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Unorganized mobile retailers feel the heat from big chains

Unorganized mobile retailers feel the heat from big chains
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First Published: Fri, Dec 28 2007. 01 19 AM IST

The price factor: A Subhiksha mobile outlet at Yusuf Sarai in New Delhi. Subhiksha, one of the firms vying for a big share of India’s mobile phone market that is expected to grow 32% in 2008, claims t
The price factor: A Subhiksha mobile outlet at Yusuf Sarai in New Delhi. Subhiksha, one of the firms vying for a big share of India’s mobile phone market that is expected to grow 32% in 2008, claims t
Updated: Sun, Dec 30 2007. 06 40 PM IST
After street vendors, small shopkeepers and wholesalers, now unorganized mobile phone retailers claim they are feeling the heat from the entry of the deep-pocketed companies in India’s retail business even though the country’s mobile subscriber market remains the fastest growing in the world.
Several large Indian companies are lining up investment plans running into thousands of crores of rupees to open chains of stores selling mobile phones and accessories to capitalize on two of the country’s fastest growing sectors—modern retailing and mobile services.
While it has been great news for phone buyers with retailers continuing to drop prices, the unorganized retailers, who dominate the mobile retail business now, claim that their business is under threat, thanks to cheaper phone prices at stores operated by companies such as Subhiksha Trading Services Ltd, RPG Enterprises, Spice Group, Essar Group and Reliance Retail Ltd, which have already opened mobile phone stores nationwide and have aggressive expansion plans. Essar, Spice and RPG, collectively, have plans to invest about $800 million (Rs3,152 crore) in the next two-three years in mobile retail operations.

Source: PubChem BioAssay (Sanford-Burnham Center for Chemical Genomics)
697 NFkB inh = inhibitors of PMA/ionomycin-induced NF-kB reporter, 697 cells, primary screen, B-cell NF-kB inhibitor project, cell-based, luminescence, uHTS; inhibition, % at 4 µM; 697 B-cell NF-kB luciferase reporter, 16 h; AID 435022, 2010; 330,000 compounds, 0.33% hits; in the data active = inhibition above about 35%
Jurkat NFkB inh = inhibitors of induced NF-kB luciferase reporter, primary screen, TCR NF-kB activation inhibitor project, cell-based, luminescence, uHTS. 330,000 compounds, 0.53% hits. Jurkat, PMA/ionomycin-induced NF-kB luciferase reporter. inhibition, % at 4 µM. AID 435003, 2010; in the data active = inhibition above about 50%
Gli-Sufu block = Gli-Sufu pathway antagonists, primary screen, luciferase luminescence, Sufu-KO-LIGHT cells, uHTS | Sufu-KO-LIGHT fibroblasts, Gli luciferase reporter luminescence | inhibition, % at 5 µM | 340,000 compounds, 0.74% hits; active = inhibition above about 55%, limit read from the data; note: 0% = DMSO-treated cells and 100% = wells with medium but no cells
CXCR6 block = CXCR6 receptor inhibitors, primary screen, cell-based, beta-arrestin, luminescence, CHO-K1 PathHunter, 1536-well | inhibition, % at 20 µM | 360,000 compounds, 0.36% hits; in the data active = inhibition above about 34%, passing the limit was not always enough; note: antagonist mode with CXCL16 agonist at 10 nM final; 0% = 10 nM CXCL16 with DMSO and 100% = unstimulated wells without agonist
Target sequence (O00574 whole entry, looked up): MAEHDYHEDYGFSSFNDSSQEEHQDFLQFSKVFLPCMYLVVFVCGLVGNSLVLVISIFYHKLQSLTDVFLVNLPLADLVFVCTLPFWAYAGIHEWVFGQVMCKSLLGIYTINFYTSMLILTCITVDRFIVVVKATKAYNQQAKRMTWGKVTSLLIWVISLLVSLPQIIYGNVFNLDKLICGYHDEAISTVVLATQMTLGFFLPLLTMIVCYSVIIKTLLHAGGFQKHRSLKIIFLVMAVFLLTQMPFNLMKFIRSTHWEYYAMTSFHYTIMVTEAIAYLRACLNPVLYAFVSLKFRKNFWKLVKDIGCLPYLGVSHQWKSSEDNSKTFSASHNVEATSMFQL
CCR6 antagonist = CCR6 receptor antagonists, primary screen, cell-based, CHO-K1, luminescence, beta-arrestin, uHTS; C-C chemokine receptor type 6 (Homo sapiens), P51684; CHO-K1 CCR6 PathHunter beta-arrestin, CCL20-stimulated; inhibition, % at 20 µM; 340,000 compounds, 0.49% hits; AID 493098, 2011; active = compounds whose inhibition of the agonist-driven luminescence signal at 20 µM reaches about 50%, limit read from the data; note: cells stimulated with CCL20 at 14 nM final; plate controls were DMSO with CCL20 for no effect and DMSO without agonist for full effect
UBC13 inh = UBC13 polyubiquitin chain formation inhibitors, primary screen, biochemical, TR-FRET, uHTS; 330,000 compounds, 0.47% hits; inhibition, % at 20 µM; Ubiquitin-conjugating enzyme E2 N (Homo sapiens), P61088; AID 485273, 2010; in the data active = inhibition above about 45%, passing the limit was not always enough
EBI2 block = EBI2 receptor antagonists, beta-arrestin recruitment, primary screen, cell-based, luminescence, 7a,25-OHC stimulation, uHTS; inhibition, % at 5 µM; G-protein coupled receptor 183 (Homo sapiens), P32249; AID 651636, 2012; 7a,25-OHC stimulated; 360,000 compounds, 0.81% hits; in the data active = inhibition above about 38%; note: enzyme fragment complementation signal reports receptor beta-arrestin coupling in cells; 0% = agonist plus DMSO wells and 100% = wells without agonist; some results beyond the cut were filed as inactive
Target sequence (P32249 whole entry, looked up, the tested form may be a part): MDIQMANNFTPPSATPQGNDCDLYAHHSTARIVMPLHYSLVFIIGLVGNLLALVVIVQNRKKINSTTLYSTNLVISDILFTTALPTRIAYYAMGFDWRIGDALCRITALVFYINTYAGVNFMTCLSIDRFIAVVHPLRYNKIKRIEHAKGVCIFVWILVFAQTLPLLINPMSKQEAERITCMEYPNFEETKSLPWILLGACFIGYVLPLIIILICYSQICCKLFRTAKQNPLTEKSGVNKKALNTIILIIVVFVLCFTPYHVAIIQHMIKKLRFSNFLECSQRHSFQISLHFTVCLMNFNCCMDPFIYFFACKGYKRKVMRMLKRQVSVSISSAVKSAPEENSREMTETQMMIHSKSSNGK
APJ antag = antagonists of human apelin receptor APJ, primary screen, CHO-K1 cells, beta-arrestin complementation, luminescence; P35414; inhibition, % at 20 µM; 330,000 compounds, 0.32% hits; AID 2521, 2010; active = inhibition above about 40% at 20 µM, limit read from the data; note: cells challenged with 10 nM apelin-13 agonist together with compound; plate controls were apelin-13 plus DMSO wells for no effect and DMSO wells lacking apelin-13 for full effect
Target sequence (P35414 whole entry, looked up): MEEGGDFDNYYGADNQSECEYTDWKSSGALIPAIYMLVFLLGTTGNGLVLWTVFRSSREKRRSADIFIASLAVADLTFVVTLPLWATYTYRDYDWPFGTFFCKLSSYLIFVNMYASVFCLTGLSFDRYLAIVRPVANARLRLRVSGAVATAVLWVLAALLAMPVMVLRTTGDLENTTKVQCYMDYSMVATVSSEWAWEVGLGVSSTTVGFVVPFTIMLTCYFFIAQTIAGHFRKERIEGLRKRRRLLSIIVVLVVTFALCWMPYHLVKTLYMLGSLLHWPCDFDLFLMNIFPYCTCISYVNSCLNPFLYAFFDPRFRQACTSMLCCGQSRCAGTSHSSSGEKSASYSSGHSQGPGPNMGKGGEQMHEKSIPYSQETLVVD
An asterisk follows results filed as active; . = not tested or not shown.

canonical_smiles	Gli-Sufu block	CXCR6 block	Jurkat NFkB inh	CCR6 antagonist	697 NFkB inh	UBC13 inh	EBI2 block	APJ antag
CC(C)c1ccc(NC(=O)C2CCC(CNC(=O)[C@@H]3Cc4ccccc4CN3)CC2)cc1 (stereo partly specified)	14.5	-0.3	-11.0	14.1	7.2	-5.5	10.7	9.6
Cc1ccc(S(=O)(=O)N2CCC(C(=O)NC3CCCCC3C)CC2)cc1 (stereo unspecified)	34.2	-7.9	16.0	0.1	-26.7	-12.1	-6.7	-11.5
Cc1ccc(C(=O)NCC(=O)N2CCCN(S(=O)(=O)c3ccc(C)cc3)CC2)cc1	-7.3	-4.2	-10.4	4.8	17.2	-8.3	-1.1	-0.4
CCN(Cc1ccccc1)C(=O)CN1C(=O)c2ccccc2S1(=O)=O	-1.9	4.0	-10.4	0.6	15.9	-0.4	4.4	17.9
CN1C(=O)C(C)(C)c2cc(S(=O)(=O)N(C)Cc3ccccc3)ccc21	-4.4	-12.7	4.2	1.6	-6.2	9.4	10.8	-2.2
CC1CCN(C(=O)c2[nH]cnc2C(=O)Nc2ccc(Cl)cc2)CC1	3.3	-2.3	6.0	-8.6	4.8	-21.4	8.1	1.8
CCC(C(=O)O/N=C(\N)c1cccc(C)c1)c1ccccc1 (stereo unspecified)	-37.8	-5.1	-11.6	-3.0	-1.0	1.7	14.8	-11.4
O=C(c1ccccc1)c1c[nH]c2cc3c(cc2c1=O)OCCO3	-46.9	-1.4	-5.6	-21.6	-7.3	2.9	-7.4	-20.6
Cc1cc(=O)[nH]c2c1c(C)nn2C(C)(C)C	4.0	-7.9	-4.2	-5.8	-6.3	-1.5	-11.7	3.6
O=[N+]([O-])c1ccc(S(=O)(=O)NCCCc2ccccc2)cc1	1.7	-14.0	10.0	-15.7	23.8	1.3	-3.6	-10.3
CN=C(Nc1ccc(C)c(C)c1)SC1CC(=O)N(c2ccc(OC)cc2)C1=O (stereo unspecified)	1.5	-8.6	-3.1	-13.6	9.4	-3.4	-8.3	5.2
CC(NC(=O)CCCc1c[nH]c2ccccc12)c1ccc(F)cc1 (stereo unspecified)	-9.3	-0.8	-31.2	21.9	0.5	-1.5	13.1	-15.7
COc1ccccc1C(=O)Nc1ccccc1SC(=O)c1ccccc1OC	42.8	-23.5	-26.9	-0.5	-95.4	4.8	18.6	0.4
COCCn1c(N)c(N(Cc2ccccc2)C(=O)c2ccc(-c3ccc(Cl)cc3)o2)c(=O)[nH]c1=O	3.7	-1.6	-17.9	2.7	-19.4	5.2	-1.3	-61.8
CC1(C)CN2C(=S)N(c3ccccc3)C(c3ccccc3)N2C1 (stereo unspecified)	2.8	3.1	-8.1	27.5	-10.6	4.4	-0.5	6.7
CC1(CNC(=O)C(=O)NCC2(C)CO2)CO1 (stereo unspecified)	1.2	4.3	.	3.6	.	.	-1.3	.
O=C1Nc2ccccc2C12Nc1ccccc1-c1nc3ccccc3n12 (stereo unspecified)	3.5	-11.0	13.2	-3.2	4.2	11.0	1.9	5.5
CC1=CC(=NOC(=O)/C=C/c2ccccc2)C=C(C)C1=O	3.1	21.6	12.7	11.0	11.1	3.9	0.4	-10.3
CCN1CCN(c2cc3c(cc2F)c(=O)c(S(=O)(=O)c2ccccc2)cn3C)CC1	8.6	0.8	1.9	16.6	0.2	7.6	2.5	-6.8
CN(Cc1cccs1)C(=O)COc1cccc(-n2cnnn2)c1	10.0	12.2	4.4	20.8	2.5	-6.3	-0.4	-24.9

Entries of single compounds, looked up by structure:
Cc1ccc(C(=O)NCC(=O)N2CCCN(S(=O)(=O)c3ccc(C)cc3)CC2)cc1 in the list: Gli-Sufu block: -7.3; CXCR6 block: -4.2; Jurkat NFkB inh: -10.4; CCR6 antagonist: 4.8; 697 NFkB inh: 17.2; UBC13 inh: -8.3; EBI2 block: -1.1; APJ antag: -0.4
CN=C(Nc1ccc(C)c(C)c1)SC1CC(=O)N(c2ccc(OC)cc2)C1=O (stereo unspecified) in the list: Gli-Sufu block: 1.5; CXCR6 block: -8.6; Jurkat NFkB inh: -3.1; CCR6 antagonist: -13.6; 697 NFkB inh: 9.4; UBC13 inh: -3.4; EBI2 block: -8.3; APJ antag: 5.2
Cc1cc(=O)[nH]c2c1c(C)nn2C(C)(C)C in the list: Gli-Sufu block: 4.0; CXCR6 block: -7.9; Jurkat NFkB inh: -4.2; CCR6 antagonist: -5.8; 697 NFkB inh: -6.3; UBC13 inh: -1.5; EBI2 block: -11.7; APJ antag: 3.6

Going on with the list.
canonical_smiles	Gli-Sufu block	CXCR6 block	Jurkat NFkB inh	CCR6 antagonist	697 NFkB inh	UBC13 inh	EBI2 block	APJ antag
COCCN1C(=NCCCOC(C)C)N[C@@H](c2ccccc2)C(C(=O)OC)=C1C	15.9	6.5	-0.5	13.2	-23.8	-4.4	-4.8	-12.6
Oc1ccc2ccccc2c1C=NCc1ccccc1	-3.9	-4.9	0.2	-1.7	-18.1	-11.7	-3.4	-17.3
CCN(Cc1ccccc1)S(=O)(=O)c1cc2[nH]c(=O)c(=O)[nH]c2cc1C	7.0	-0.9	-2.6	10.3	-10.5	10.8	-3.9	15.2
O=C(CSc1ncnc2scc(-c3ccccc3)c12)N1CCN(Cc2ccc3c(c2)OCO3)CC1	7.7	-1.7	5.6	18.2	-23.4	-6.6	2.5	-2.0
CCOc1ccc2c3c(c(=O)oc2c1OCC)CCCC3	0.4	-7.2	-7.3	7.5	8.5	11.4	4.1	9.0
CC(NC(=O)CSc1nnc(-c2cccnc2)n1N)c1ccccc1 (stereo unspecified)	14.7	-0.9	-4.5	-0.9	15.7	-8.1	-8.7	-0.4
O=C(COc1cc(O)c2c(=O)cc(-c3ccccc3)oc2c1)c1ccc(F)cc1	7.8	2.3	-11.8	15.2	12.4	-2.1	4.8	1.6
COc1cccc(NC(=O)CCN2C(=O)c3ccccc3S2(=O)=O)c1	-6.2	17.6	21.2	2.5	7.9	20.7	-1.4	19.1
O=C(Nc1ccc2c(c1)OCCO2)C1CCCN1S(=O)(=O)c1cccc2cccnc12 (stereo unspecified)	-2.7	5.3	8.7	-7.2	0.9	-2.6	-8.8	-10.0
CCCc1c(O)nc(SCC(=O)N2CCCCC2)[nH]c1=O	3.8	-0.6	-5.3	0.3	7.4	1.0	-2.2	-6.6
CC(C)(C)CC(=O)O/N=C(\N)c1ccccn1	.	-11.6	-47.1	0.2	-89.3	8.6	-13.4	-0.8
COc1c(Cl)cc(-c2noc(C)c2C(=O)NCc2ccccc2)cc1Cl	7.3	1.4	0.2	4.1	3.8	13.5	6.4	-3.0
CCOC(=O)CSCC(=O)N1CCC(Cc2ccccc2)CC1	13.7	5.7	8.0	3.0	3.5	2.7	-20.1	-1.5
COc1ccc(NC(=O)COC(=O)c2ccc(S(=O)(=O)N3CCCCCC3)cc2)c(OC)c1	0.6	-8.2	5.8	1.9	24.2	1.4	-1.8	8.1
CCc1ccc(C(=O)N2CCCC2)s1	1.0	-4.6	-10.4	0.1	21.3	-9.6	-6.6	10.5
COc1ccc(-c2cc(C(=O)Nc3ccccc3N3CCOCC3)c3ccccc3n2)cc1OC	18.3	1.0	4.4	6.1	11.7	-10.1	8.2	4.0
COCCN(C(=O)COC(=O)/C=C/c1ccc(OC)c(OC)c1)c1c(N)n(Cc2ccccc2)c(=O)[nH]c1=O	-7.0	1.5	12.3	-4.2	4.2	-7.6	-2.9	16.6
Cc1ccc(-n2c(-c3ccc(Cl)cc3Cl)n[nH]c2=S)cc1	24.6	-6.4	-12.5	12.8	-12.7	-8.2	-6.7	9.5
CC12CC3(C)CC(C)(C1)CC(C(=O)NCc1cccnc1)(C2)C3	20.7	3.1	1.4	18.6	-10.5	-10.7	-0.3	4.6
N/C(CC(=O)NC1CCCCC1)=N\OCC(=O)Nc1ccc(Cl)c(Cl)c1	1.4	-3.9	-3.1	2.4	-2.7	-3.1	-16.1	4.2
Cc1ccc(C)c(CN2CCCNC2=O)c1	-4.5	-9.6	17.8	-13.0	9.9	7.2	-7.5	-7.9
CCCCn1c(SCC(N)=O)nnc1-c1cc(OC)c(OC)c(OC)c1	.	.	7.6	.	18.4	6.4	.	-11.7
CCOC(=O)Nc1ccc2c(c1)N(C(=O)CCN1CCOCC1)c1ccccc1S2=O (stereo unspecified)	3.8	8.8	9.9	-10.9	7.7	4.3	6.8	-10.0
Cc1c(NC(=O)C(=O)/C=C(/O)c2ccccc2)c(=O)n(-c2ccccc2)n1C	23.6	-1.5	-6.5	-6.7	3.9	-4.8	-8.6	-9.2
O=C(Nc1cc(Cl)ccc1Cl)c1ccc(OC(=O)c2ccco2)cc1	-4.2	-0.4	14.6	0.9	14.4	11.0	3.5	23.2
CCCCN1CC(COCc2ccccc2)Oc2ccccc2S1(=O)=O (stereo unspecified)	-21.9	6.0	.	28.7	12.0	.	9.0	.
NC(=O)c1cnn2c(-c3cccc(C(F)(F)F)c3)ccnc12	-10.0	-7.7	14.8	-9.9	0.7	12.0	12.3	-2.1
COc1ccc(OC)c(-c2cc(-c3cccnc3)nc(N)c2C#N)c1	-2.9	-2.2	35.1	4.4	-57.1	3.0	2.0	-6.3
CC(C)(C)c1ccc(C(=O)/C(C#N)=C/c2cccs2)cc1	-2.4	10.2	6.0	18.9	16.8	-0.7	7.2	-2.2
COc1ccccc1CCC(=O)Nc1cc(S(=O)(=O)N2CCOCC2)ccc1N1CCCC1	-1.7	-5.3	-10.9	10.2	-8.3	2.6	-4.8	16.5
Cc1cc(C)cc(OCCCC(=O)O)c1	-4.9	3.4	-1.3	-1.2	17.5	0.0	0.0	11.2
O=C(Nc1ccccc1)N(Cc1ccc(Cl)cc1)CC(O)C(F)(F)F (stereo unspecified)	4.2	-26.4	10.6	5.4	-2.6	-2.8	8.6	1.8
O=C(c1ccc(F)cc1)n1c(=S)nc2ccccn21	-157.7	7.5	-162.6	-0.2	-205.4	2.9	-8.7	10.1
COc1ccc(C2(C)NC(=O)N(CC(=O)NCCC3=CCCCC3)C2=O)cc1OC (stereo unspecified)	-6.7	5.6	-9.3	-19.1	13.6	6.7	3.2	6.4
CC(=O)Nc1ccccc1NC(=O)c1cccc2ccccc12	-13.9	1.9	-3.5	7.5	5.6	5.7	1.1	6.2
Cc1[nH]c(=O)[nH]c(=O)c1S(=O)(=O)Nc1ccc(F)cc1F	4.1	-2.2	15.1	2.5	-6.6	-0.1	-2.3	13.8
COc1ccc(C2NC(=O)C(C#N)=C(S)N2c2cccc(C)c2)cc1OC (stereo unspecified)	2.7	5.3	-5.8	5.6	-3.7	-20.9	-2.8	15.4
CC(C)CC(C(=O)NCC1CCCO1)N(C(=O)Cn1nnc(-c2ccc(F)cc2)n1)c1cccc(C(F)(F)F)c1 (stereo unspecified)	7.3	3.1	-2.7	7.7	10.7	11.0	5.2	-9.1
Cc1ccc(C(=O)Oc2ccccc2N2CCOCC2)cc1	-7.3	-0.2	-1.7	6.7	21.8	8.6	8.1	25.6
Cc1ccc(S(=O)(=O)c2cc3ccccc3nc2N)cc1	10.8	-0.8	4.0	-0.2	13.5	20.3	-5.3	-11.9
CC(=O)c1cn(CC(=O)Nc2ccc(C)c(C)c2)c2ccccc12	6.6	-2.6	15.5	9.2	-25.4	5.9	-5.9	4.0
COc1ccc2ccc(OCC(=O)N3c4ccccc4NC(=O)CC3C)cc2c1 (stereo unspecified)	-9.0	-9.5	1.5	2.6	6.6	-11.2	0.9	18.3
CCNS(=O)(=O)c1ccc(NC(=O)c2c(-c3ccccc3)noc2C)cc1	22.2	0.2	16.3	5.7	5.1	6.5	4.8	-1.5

The price factor: A Subhiksha mobile outlet at Yusuf Sarai in New Delhi. Subhiksha, one of the firms vying for a big share of India’s mobile phone market that is expected to grow 32% in 2008, claims to have the lowest prices. It has started a toll-free number for consumers to compare prices. (Ramesh Pathania/Mint)
According to researcher International Data Corp’s (IDC) India Quarterly Mobile Handsets Tracker, 60.62 million mobile handsets were sold in India in 2006 and that is expected to go up to 80.28 million by the end of this year. IDC expects the phone market to grow 32.4% in 2008. Market watchers say India’s overall market for phones and related accessories is around Rs1 trillion at present and is expected to grow three-fold in the next three-four years.
Anecdotal evidence suggests that small mobile phone retailers, whose shops are in the vicinity of the organized chain stores, are not as likely to get a share of this growth.
Take the mood among a cluster of small mobile phone retailers in Savitri Market in New Delhi’s suburb of Noida, which is decidedly downbeat. Indeed, Noida’s mobile phone sellers went on a day-long strike in October to protest what they called unfair deals from mobile phone manufacturers. Swami, who uses only one name and is an employee of My Mobile store in Noida, recites how the mobile business at his store has been dwindling even though it is one of the most popular markets in the region for mobile phones and accessories.
Before January, My Mobile would sell goods worth about Rs2.5 lakh on any given Sunday, but sales started dipping about four to five months ago and, the Sunday before Christmas, which should been a busy period, sales were down to around Rs1 lakh.
“Our future is in danger,” says Swami, pointing to a Sony Ericsson Mobile Communications service centre that doubles as a mobile phone retail store located opposite his My Mobile outlet. The Sony store opened a year ago.